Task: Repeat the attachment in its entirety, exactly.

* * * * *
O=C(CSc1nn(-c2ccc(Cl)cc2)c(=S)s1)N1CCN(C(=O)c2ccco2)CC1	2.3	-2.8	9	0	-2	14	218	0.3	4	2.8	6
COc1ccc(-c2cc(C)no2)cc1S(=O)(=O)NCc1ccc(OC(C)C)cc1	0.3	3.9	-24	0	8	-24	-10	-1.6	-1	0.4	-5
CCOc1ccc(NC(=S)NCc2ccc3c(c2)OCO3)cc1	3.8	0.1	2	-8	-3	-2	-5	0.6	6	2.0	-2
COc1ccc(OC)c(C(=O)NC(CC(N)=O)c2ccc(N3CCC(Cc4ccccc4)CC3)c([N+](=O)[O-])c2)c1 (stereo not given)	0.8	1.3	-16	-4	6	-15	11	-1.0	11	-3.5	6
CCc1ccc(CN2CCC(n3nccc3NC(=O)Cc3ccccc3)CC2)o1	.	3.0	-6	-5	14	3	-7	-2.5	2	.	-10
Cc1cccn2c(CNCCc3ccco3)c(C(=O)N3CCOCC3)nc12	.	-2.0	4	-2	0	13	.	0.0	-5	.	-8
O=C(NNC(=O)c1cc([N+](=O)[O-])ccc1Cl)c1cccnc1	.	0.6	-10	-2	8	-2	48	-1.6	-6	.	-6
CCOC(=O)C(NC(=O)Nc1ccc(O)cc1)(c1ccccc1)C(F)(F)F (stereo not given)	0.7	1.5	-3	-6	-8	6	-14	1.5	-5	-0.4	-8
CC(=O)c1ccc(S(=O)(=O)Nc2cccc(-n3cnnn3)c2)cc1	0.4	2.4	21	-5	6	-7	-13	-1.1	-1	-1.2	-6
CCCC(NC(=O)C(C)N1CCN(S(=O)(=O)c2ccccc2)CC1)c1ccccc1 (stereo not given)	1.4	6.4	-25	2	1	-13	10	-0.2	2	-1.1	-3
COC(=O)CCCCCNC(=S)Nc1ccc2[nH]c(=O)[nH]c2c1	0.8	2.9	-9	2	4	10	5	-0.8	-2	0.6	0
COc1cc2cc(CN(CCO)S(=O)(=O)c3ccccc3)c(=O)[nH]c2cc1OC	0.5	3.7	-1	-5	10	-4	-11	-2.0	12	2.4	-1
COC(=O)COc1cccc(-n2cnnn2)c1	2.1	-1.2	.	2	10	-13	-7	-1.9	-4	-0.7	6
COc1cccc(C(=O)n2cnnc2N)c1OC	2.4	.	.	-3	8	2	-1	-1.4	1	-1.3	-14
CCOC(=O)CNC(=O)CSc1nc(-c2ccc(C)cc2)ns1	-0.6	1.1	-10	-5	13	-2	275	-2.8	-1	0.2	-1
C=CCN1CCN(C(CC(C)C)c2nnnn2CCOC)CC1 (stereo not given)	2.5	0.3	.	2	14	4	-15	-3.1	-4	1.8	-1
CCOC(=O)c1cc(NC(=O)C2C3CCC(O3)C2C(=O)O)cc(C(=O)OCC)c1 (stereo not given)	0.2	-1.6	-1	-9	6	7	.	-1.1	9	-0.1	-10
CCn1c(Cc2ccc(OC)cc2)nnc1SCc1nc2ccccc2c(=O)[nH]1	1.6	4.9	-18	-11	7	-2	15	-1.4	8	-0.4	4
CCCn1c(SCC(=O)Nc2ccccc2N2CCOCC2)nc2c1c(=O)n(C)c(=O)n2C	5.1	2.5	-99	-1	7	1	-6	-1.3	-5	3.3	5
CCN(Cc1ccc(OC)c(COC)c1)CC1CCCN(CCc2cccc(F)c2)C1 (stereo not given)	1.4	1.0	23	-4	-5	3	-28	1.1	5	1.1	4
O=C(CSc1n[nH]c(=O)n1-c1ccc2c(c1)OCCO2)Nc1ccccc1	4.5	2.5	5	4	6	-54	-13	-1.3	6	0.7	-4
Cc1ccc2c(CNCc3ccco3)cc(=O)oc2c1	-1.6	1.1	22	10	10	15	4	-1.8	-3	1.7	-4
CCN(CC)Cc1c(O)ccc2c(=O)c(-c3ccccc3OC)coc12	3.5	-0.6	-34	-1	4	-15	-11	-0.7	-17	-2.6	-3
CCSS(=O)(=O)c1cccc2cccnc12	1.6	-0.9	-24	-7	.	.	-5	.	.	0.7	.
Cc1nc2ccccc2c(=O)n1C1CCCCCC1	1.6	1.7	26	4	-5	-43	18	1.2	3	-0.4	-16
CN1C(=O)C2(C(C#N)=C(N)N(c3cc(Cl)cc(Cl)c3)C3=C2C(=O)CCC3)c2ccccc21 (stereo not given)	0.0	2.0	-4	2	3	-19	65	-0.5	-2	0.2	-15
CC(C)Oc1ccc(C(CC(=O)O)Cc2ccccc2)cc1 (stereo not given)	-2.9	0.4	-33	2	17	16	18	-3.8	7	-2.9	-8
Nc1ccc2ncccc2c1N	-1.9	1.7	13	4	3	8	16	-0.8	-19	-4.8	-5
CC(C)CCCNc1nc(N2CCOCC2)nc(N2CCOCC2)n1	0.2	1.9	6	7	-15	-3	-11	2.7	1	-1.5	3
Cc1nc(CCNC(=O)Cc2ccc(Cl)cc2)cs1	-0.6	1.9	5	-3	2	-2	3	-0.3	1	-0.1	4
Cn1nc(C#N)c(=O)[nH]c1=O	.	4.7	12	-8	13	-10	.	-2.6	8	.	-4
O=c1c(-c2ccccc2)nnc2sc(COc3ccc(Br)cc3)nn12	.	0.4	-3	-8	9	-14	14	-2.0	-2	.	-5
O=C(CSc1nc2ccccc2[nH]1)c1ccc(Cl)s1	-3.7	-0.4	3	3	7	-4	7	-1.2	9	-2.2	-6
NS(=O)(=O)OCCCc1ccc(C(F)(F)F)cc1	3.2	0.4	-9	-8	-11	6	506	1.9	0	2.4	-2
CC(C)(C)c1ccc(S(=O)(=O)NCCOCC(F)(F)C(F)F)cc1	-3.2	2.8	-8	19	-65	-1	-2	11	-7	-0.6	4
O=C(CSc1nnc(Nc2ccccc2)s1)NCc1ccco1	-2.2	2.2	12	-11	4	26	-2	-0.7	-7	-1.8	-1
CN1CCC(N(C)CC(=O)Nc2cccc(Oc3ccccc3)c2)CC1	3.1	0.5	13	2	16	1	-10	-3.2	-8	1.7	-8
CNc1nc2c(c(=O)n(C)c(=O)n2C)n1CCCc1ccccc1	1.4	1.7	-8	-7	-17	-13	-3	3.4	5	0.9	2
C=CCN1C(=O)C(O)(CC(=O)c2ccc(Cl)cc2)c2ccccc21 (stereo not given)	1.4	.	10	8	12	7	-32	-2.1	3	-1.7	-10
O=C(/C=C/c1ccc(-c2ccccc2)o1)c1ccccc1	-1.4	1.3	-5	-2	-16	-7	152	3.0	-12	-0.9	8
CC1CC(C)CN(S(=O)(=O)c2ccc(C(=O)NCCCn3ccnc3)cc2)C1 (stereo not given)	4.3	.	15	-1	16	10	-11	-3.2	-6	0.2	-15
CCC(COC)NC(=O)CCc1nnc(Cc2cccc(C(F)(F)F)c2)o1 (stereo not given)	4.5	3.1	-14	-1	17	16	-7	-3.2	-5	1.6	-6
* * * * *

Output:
O=C(CSc1nn(-c2ccc(Cl)cc2)c(=S)s1)N1CCN(C(=O)c2ccco2)CC1	2.3	-2.8	9	0	-2	14	218	0.3	4	2.8	6
COc1ccc(-c2cc(C)no2)cc1S(=O)(=O)NCc1ccc(OC(C)C)cc1	0.3	3.9	-24	0	8	-24	-10	-1.6	-1	0.4	-5
CCOc1ccc(NC(=S)NCc2ccc3c(c2)OCO3)cc1	3.8	0.1	2	-8	-3	-2	-5	0.6	6	2.0	-2
COc1ccc(OC)c(C(=O)NC(CC(N)=O)c2ccc(N3CCC(Cc4ccccc4)CC3)c([N+](=O)[O-])c2)c1 (stereo not given)	0.8	1.3	-16	-4	6	-15	11	-1.0	11	-3.5	6
CCc1ccc(CN2CCC(n3nccc3NC(=O)Cc3ccccc3)CC2)o1	.	3.0	-6	-5	14	3	-7	-2.5	2	.	-10
Cc1cccn2c(CNCCc3ccco3)c(C(=O)N3CCOCC3)nc12	.	-2.0	4	-2	0	13	.	0.0	-5	.	-8
O=C(NNC(=O)c1cc([N+](=O)[O-])ccc1Cl)c1cccnc1	.	0.6	-10	-2	8	-2	48	-1.6	-6	.	-6
CCOC(=O)C(NC(=O)Nc1ccc(O)cc1)(c1ccccc1)C(F)(F)F (stereo not given)	0.7	1.5	-3	-6	-8	6	-14	1.5	-5	-0.4	-8
CC(=O)c1ccc(S(=O)(=O)Nc2cccc(-n3cnnn3)c2)cc1	0.4	2.4	21	-5	6	-7	-13	-1.1	-1	-1.2	-6
CCCC(NC(=O)C(C)N1CCN(S(=O)(=O)c2ccccc2)CC1)c1ccccc1 (stereo not given)	1.4	6.4	-25	2	1	-13	10	-0.2	2	-1.1	-3
COC(=O)CCCCCNC(=S)Nc1ccc2[nH]c(=O)[nH]c2c1	0.8	2.9	-9	2	4	10	5	-0.8	-2	0.6	0
COc1cc2cc(CN(CCO)S(=O)(=O)c3ccccc3)c(=O)[nH]c2cc1OC	0.5	3.7	-1	-5	10	-4	-11	-2.0	12	2.4	-1
COC(=O)COc1cccc(-n2cnnn2)c1	2.1	-1.2	.	2	10	-13	-7	-1.9	-4	-0.7	6
COc1cccc(C(=O)n2cnnc2N)c1OC	2.4	.	.	-3	8	2	-1	-1.4	1	-1.3	-14
CCOC(=O)CNC(=O)CSc1nc(-c2ccc(C)cc2)ns1	-0.6	1.1	-10	-5	13	-2	275	-2.8	-1	0.2	-1
C=CCN1CCN(C(CC(C)C)c2nnnn2CCOC)CC1 (stereo not given)	2.5	0.3	.	2	14	4	-15	-3.1	-4	1.8	-1
CCOC(=O)c1cc(NC(=O)C2C3CCC(O3)C2C(=O)O)cc(C(=O)OCC)c1 (stereo not given)	0.2	-1.6	-1	-9	6	7	.	-1.1	9	-0.1	-10
CCn1c(Cc2ccc(OC)cc2)nnc1SCc1nc2ccccc2c(=O)[nH]1	1.6	4.9	-18	-11	7	-2	15	-1.4	8	-0.4	4
CCCn1c(SCC(=O)Nc2ccccc2N2CCOCC2)nc2c1c(=O)n(C)c(=O)n2C	5.1	2.5	-99	-1	7	1	-6	-1.3	-5	3.3	5
CCN(Cc1ccc(OC)c(COC)c1)CC1CCCN(CCc2cccc(F)c2)C1 (stereo not given)	1.4	1.0	23	-4	-5	3	-28	1.1	5	1.1	4
O=C(CSc1n[nH]c(=O)n1-c1ccc2c(c1)OCCO2)Nc1ccccc1	4.5	2.5	5	4	6	-54	-13	-1.3	6	0.7	-4
Cc1ccc2c(CNCc3ccco3)cc(=O)oc2c1	-1.6	1.1	22	10	10	15	4	-1.8	-3	1.7	-4
CCN(CC)Cc1c(O)ccc2c(=O)c(-c3ccccc3OC)coc12	3.5	-0.6	-34	-1	4	-15	-11	-0.7	-17	-2.6	-3
CCSS(=O)(=O)c1cccc2cccnc12	1.6	-0.9	-24	-7	.	.	-5	.	.	0.7	.
Cc1nc2ccccc2c(=O)n1C1CCCCCC1	1.6	1.7	26	4	-5	-43	18	1.2	3	-0.4	-16
CN1C(=O)C2(C(C#N)=C(N)N(c3cc(Cl)cc(Cl)c3)C3=C2C(=O)CCC3)c2ccccc21 (stereo not given)	0.0	2.0	-4	2	3	-19	65	-0.5	-2	0.2	-15
CC(C)Oc1ccc(C(CC(=O)O)Cc2ccccc2)cc1 (stereo not given)	-2.9	0.4	-33	2	17	16	18	-3.8	7	-2.9	-8
Nc1ccc2ncccc2c1N	-1.9	1.7	13	4	3	8	16	-0.8	-19	-4.8	-5
CC(C)CCCNc1nc(N2CCOCC2)nc(N2CCOCC2)n1	0.2	1.9	6	7	-15	-3	-11	2.7	1	-1.5	3
Cc1nc(CCNC(=O)Cc2ccc(Cl)cc2)cs1	-0.6	1.9	5	-3	2	-2	3	-0.3	1	-0.1	4
Cn1nc(C#N)c(=O)[nH]c1=O	.	4.7	12	-8	13	-10	.	-2.6	8	.	-4
O=c1c(-c2ccccc2)nnc2sc(COc3ccc(Br)cc3)nn12	.	0.4	-3	-8	9	-14	14	-2.0	-2	.	-5
O=C(CSc1nc2ccccc2[nH]1)c1ccc(Cl)s1	-3.7	-0.4	3	3	7	-4	7	-1.2	9	-2.2	-6
NS(=O)(=O)OCCCc1ccc(C(F)(F)F)cc1	3.2	0.4	-9	-8	-11	6	506	1.9	0	2.4	-2
CC(C)(C)c1ccc(S(=O)(=O)NCCOCC(F)(F)C(F)F)cc1	-3.2	2.8	-8	19	-65	-1	-2	11	-7	-0.6	4
O=C(CSc1nnc(Nc2ccccc2)s1)NCc1ccco1	-2.2	2.2	12	-11	4	26	-2	-0.7	-7	-1.8	-1
CN1CCC(N(C)CC(=O)Nc2cccc(Oc3ccccc3)c2)CC1	3.1	0.5	13	2	16	1	-10	-3.2	-8	1.7	-8
CNc1nc2c(c(=O)n(C)c(=O)n2C)n1CCCc1ccccc1	1.4	1.7	-8	-7	-17	-13	-3	3.4	5	0.9	2
C=CCN1C(=O)C(O)(CC(=O)c2ccc(Cl)cc2)c2ccccc21 (stereo not given)	1.4	.	10	8	12	7	-32	-2.1	3	-1.7	-10
O=C(/C=C/c1ccc(-c2ccccc2)o1)c1ccccc1	-1.4	1.3	-5	-2	-16	-7	152	3.0	-12	-0.9	8
CC1CC(C)CN(S(=O)(=O)c2ccc(C(=O)NCCCn3ccnc3)cc2)C1 (stereo not given)	4.3	.	15	-1	16	10	-11	-3.2	-6	0.2	-15
CCC(COC)NC(=O)CCc1nnc(Cc2cccc(C(F)(F)F)c2)o1 (stereo not given)	4.5	3.1	-14	-1	17	16	-7	-3.2	-5	1.6	-6